Saturday, October 1, 2022

Oath Keepers leader Stewart Rhodes listening to Jan. 6 committee hearings from jail

Among those most intently following the House Jan. 6 committee hearings is Stewart Rhodes, the jailed leader of the Oath Keepers militia group that was on the scene at the Capitol riot.

The former Army paratrooper and Yale law graduate turned militia leader now spends 22 hours a day in solitary confinement and has had little contact with the outside world since being jailed in January on charges of seditious conspiracy.

He has not been deprived, however, of the panel’s highly publicized hearings which echo in his otherwise spartan cell.

“I’ve watched or listened to all of them,” Mr. Rhodes told The Washington Times. “I have a radio. I can listen to C-SPAN radio and on occasion, I have been able to watch as well.”

There is little else to fill his day, most of which is spent in a 12-foot by 8-foot cell with gray walls and two window slits that offer a narrow view of the outside world.

“There’s nothing else to do,” he said. “Work out. Eat. Sleep. I get to shower once a day. The rest of the time I read.”

SEE ALSO: House Jan. 6 committee postpones Thursday’s primetime hearing

The Democrat-led committee has so far held six hearings since it began rolling out its findings last month after nearly a yearlong investigation. In the seventh hearing set for Tuesday, Mr. Rhodes is expected to be a prominent figure as the panel of seven Democrats and two anti-Trump Republicans showcase the role of right-wing groups at the Capitol riot.

Committee aides said they will show during Tuesday’s hearing that the Oath Keepers were part of “an extremist coalition” involved in an “illegal pressure campaign to overturn the election.”

The Department of Justice has charged 11 members of the Oath Keepers with seditious conspiracy in connection with the Capitol riot. Prosecutors allege the group coordinated travel to Washington with the intent of interrupting the peaceful transfer of power following the November 2020 election.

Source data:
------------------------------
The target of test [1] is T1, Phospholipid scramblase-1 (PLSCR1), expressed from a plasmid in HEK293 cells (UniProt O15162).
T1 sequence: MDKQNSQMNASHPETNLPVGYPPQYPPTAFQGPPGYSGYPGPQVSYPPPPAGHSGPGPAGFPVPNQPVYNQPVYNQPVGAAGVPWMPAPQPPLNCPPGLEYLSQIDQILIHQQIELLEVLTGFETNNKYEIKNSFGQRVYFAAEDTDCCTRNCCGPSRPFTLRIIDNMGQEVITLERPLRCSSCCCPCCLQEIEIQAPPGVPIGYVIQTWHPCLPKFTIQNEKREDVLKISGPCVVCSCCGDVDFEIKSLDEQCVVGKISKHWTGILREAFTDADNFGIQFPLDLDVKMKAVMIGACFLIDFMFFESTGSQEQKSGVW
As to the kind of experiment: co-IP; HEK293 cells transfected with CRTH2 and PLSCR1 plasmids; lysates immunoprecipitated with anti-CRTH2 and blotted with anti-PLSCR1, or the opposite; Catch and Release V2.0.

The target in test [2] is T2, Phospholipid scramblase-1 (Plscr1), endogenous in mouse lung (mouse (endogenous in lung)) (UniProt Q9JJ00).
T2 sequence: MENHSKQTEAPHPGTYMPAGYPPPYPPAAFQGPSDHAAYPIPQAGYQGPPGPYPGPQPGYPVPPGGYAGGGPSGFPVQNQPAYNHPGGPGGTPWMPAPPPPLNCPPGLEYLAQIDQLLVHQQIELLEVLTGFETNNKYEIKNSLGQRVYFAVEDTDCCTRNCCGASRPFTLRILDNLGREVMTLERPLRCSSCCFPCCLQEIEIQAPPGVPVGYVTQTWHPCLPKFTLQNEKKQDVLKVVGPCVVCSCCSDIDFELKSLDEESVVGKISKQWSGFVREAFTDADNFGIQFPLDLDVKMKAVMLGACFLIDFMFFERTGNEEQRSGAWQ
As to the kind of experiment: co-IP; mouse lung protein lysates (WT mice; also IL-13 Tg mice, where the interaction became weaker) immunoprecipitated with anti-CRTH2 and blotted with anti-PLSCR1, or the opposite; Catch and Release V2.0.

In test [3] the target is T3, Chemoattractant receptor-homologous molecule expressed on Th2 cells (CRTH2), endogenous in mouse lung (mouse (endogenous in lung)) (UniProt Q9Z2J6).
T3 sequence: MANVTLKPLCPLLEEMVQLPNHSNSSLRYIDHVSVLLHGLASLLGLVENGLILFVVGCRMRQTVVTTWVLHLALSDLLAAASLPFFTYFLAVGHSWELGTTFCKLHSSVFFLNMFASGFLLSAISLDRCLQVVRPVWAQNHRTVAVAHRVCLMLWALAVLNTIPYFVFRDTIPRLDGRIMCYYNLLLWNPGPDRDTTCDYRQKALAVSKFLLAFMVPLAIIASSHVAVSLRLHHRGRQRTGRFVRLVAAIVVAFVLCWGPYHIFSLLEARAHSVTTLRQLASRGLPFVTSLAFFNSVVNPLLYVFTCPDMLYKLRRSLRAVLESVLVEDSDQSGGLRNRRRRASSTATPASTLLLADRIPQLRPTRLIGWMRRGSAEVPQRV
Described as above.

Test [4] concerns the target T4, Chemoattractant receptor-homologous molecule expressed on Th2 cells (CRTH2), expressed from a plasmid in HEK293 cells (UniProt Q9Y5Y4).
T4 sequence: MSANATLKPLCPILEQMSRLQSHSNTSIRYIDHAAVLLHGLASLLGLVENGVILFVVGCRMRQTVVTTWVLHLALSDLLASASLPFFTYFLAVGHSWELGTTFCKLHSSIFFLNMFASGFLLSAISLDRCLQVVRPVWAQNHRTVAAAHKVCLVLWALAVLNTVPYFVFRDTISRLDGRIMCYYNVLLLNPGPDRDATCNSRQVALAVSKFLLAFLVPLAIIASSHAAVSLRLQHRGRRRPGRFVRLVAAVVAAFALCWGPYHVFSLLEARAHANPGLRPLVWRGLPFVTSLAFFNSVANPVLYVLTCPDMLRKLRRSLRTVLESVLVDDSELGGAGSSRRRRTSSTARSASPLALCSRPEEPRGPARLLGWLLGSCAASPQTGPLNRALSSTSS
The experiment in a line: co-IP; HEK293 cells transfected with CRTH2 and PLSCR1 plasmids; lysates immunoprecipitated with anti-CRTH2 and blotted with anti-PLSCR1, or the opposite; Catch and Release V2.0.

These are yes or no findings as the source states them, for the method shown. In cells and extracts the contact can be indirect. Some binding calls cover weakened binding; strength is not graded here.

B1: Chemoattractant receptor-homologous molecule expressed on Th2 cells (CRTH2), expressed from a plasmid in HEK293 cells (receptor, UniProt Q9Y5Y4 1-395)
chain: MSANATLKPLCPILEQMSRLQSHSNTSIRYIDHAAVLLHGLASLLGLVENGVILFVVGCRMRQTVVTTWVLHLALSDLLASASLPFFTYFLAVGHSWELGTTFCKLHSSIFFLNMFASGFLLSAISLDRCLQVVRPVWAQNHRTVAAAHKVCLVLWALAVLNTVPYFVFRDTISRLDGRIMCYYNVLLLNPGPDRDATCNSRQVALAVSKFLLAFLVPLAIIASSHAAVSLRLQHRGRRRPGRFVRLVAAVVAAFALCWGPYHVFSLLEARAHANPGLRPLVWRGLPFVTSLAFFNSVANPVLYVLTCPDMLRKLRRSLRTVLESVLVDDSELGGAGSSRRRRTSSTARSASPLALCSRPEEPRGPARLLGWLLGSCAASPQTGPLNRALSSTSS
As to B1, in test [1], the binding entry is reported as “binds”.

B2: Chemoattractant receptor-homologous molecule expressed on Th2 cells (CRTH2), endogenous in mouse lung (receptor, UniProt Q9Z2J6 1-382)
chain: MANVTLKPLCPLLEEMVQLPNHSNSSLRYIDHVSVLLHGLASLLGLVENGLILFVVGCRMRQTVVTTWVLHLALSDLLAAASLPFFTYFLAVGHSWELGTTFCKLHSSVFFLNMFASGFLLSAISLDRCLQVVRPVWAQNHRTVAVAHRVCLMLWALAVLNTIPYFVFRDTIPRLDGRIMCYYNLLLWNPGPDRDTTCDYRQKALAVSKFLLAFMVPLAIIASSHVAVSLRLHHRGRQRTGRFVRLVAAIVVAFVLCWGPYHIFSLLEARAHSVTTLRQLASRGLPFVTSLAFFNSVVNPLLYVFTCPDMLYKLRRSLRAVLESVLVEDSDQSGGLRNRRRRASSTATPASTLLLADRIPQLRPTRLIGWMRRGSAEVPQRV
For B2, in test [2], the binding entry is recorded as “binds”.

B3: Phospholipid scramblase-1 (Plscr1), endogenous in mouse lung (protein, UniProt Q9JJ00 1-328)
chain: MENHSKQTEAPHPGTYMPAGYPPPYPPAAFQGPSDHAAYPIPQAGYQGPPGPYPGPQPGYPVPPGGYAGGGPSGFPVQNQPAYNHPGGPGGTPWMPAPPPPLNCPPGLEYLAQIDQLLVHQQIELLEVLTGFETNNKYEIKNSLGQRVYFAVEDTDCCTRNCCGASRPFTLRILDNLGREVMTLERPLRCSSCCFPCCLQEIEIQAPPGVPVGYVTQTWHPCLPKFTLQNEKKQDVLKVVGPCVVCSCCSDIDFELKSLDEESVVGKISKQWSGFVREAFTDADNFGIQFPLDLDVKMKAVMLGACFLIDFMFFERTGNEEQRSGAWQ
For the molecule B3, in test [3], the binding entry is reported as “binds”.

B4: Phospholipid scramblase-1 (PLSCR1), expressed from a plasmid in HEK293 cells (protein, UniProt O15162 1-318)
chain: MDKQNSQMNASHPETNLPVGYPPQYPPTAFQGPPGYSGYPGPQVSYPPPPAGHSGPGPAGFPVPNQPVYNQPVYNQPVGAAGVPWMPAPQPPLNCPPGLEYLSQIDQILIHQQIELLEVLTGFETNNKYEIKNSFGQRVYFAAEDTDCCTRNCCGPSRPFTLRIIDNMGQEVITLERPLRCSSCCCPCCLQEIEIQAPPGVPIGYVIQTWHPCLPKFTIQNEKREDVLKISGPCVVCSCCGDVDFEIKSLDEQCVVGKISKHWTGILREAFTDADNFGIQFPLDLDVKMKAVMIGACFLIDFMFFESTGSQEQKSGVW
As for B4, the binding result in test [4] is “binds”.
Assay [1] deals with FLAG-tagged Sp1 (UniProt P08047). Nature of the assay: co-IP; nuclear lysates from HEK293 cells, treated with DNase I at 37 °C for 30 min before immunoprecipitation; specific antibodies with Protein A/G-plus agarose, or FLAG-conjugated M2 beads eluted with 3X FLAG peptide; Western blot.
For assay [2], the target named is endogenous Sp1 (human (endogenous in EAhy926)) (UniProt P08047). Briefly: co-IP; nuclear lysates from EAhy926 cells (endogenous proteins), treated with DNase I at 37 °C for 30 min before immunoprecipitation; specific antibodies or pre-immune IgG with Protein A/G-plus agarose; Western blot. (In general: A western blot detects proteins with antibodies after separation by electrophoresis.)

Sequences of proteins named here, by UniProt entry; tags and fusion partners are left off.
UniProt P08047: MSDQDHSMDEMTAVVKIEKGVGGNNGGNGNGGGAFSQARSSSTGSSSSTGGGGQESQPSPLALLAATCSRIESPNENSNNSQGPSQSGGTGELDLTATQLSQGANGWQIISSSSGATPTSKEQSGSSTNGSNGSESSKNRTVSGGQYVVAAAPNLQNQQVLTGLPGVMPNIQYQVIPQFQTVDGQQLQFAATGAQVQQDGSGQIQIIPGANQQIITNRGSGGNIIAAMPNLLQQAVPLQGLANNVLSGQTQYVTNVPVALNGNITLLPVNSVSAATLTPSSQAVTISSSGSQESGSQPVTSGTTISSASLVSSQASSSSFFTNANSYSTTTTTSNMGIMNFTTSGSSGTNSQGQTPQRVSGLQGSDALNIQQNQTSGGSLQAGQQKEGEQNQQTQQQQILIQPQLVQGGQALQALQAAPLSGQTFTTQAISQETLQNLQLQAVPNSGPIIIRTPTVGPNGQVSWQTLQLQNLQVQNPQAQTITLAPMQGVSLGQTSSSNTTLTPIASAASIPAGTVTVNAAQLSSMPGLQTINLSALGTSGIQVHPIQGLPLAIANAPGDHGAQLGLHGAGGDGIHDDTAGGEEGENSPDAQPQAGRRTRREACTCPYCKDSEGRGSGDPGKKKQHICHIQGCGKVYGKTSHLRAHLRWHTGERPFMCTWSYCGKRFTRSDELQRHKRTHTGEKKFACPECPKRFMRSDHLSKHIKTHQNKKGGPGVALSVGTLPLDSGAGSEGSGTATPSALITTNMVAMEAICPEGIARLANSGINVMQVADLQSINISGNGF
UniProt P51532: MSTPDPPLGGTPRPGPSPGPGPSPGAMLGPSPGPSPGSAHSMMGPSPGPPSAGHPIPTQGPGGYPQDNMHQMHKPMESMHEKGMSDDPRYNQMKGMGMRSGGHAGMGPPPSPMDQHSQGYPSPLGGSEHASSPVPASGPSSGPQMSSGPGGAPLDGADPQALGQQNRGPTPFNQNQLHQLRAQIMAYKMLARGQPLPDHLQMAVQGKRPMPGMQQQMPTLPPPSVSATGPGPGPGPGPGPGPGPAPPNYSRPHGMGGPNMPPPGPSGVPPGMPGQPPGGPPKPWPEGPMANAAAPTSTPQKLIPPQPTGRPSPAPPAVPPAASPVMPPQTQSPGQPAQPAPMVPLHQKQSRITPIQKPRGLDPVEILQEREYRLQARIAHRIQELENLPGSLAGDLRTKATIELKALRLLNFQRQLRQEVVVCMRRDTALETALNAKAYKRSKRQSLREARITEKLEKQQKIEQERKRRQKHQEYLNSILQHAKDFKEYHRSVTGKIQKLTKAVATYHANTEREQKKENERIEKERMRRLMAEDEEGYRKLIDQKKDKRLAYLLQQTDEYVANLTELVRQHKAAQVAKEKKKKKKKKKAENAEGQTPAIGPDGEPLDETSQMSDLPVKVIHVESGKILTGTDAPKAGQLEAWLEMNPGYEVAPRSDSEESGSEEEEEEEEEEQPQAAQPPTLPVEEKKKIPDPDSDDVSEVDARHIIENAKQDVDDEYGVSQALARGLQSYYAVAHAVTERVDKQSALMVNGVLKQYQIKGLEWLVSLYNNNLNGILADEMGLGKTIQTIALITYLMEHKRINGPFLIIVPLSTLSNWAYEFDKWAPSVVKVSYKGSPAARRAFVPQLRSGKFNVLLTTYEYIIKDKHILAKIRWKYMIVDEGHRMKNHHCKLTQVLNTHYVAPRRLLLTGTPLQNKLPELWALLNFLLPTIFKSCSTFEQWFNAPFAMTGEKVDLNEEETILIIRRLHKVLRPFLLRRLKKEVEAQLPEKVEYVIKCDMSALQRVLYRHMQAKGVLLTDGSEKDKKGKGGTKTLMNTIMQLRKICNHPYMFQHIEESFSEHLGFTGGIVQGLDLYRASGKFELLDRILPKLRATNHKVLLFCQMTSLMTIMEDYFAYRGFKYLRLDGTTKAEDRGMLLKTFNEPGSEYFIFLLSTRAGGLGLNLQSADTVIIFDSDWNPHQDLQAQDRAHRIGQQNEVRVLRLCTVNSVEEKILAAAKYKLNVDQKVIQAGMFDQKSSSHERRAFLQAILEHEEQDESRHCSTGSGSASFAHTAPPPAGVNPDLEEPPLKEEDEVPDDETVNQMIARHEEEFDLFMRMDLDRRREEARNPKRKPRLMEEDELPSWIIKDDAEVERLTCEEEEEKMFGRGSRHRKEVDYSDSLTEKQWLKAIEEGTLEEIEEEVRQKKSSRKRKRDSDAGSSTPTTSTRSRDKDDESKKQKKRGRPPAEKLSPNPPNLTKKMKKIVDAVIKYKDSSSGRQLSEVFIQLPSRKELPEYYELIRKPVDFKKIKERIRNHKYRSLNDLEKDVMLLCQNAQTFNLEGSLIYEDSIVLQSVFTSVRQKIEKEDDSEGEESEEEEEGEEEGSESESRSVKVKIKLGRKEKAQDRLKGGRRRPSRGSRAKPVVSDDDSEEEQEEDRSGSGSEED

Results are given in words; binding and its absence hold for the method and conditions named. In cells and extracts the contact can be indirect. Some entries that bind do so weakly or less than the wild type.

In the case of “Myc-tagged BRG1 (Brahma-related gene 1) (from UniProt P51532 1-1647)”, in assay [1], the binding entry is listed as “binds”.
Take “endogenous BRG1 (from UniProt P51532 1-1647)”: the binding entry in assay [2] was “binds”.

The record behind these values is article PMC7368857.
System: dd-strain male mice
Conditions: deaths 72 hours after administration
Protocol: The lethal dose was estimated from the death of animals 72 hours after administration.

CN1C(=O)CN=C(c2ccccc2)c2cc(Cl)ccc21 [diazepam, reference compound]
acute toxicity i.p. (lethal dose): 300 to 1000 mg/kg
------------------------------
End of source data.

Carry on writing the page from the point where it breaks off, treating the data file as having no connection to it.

Seditious conspiracy is defined in U.S. Code as: “If two or more persons in any State or Territory, or in any place subject to the jurisdiction of the United States, conspire to overthrow, put down, or to destroy by force the Government of the United States, or to levy war against them, or to oppose by force the authority thereof, or by force to prevent, hinder, or delay the execution of any law of the United States, or by force to seize, take, or possess any property of the United States contrary to the authority thereof, they shall each be fined under this title or imprisoned not more than twenty years, or both.”

The offense is akin to treason but a lesser charge. Treason is subject to the death penalty.

Members of the Oath Keepers attended the Capitol riot wearing military-style gear including tactical vests and helmets, according to charging documents.

Charging documents also allege that members of the group staged firearms on the outskirts of Washington in the lead-up to the events of Jan. 6, 2021. Federal prosecutors said the weapons were distributed among a “quick reaction force,” that was “prepared to rapidly transport firearms and other weapons into Washington” on the day of the riot.

Three members of the Oath Keepers have pleaded guilty to the charges.

Mr. Rhodes has pled not guilty. He says his group was in Washington on Jan. 6, 2021, to provide security for pro-Trump rallies scheduled throughout the day. He said he did not enter the Capitol or direct anyone in his group to enter the Capitol. 

He said that although he did store weapons outside of Washington during his trip, he did not violate any laws in doing so.

Mr. Rhodes also stressed that he never had communications with then-President Trump or Trump associates.

He has little hope, though, that his side of the story will make it into Tuesday’s hearing.

After previously sitting for a virtual deposition in which he declined to answer a portion of the panel’s questions at the advice of his lawyer, Mr. Rhodes recently offered to testify under oath in a bid to get his side of the story in front of the public.

Mr. Rhodes’ lawyer, Phil Linder, on Monday said the committee had not agreed to the terms. The committee declined to comment on the matter.

“They’re going to do what they can to make us look as demonic as possible,” Mr. Rhodes said. “Totally out of context. They won’t talk about the fact that Oath Keepers always wear body armor, always wear helmets, always have hard knuckle gloves on.”

He accused the committee of carrying out Soviet-era “show trials” in search of a criminal indictment of former Mr. Trump.

Mr. Linder said those charged in connection with the riot are caught in the middle. The news media coverage of the trial is all but certain to influence the jury selected for Mr. Rhodes’ trial, he said.

“All they’re doing is assuring us we’re not going to get a fair trial,” Mr. Linder said.

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